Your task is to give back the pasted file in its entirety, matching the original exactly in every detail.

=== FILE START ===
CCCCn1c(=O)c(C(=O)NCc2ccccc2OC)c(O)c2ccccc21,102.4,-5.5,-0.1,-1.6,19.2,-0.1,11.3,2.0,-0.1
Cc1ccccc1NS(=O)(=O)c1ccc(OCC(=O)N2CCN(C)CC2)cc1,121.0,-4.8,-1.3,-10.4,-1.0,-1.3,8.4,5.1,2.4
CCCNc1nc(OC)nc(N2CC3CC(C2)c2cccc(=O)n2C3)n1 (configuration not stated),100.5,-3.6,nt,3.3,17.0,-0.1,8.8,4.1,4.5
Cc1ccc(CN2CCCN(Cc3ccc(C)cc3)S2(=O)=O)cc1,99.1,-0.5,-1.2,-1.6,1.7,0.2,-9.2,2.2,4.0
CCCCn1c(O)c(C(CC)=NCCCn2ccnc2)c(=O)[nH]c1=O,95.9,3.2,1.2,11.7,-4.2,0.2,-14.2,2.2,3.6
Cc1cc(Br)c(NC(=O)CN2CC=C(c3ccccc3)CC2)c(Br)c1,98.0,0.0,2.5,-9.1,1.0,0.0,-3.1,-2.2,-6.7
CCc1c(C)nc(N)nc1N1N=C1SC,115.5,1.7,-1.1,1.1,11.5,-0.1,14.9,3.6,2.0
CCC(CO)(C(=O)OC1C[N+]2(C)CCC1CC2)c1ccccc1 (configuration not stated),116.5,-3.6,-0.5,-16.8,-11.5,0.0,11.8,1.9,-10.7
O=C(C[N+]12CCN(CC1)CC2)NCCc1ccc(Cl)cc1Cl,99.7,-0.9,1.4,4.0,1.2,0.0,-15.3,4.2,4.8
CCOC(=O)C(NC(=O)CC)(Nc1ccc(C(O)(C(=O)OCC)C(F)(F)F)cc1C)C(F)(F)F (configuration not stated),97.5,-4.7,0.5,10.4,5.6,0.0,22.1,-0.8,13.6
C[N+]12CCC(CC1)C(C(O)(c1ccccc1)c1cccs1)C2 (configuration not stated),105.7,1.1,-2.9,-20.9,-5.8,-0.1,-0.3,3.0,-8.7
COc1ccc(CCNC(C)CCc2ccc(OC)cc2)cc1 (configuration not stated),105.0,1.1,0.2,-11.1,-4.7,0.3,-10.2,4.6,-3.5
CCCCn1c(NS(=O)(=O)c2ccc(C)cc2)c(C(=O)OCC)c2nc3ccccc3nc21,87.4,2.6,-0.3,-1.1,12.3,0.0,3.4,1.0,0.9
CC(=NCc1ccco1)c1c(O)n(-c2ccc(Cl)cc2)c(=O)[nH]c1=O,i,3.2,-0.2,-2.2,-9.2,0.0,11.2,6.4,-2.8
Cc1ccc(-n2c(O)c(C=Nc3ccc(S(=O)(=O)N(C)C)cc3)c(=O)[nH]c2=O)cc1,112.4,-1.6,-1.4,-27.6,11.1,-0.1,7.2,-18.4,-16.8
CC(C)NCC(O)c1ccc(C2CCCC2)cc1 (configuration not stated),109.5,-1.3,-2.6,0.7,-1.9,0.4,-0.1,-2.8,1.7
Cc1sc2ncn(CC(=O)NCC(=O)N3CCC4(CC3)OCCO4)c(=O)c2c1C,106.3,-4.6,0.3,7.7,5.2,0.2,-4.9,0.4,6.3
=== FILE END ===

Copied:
CCCCn1c(=O)c(C(=O)NCc2ccccc2OC)c(O)c2ccccc21,102.4,-5.5,-0.1,-1.6,19.2,-0.1,11.3,2.0,-0.1
Cc1ccccc1NS(=O)(=O)c1ccc(OCC(=O)N2CCN(C)CC2)cc1,121.0,-4.8,-1.3,-10.4,-1.0,-1.3,8.4,5.1,2.4
CCCNc1nc(OC)nc(N2CC3CC(C2)c2cccc(=O)n2C3)n1 (configuration not stated),100.5,-3.6,nt,3.3,17.0,-0.1,8.8,4.1,4.5
Cc1ccc(CN2CCCN(Cc3ccc(C)cc3)S2(=O)=O)cc1,99.1,-0.5,-1.2,-1.6,1.7,0.2,-9.2,2.2,4.0
CCCCn1c(O)c(C(CC)=NCCCn2ccnc2)c(=O)[nH]c1=O,95.9,3.2,1.2,11.7,-4.2,0.2,-14.2,2.2,3.6
Cc1cc(Br)c(NC(=O)CN2CC=C(c3ccccc3)CC2)c(Br)c1,98.0,0.0,2.5,-9.1,1.0,0.0,-3.1,-2.2,-6.7
CCc1c(C)nc(N)nc1N1N=C1SC,115.5,1.7,-1.1,1.1,11.5,-0.1,14.9,3.6,2.0
CCC(CO)(C(=O)OC1C[N+]2(C)CCC1CC2)c1ccccc1 (configuration not stated),116.5,-3.6,-0.5,-16.8,-11.5,0.0,11.8,1.9,-10.7
O=C(C[N+]12CCN(CC1)CC2)NCCc1ccc(Cl)cc1Cl,99.7,-0.9,1.4,4.0,1.2,0.0,-15.3,4.2,4.8
CCOC(=O)C(NC(=O)CC)(Nc1ccc(C(O)(C(=O)OCC)C(F)(F)F)cc1C)C(F)(F)F (configuration not stated),97.5,-4.7,0.5,10.4,5.6,0.0,22.1,-0.8,13.6
C[N+]12CCC(CC1)C(C(O)(c1ccccc1)c1cccs1)C2 (configuration not stated),105.7,1.1,-2.9,-20.9,-5.8,-0.1,-0.3,3.0,-8.7
COc1ccc(CCNC(C)CCc2ccc(OC)cc2)cc1 (configuration not stated),105.0,1.1,0.2,-11.1,-4.7,0.3,-10.2,4.6,-3.5
CCCCn1c(NS(=O)(=O)c2ccc(C)cc2)c(C(=O)OCC)c2nc3ccccc3nc21,87.4,2.6,-0.3,-1.1,12.3,0.0,3.4,1.0,0.9
CC(=NCc1ccco1)c1c(O)n(-c2ccc(Cl)cc2)c(=O)[nH]c1=O,i,3.2,-0.2,-2.2,-9.2,0.0,11.2,6.4,-2.8
Cc1ccc(-n2c(O)c(C=Nc3ccc(S(=O)(=O)N(C)C)cc3)c(=O)[nH]c2=O)cc1,112.4,-1.6,-1.4,-27.6,11.1,-0.1,7.2,-18.4,-16.8
CC(C)NCC(O)c1ccc(C2CCCC2)cc1 (configuration not stated),109.5,-1.3,-2.6,0.7,-1.9,0.4,-0.1,-2.8,1.7
Cc1sc2ncn(CC(=O)NCC(=O)N3CCC4(CC3)OCCO4)c(=O)c2c1C,106.3,-4.6,0.3,7.7,5.2,0.2,-4.9,0.4,6.3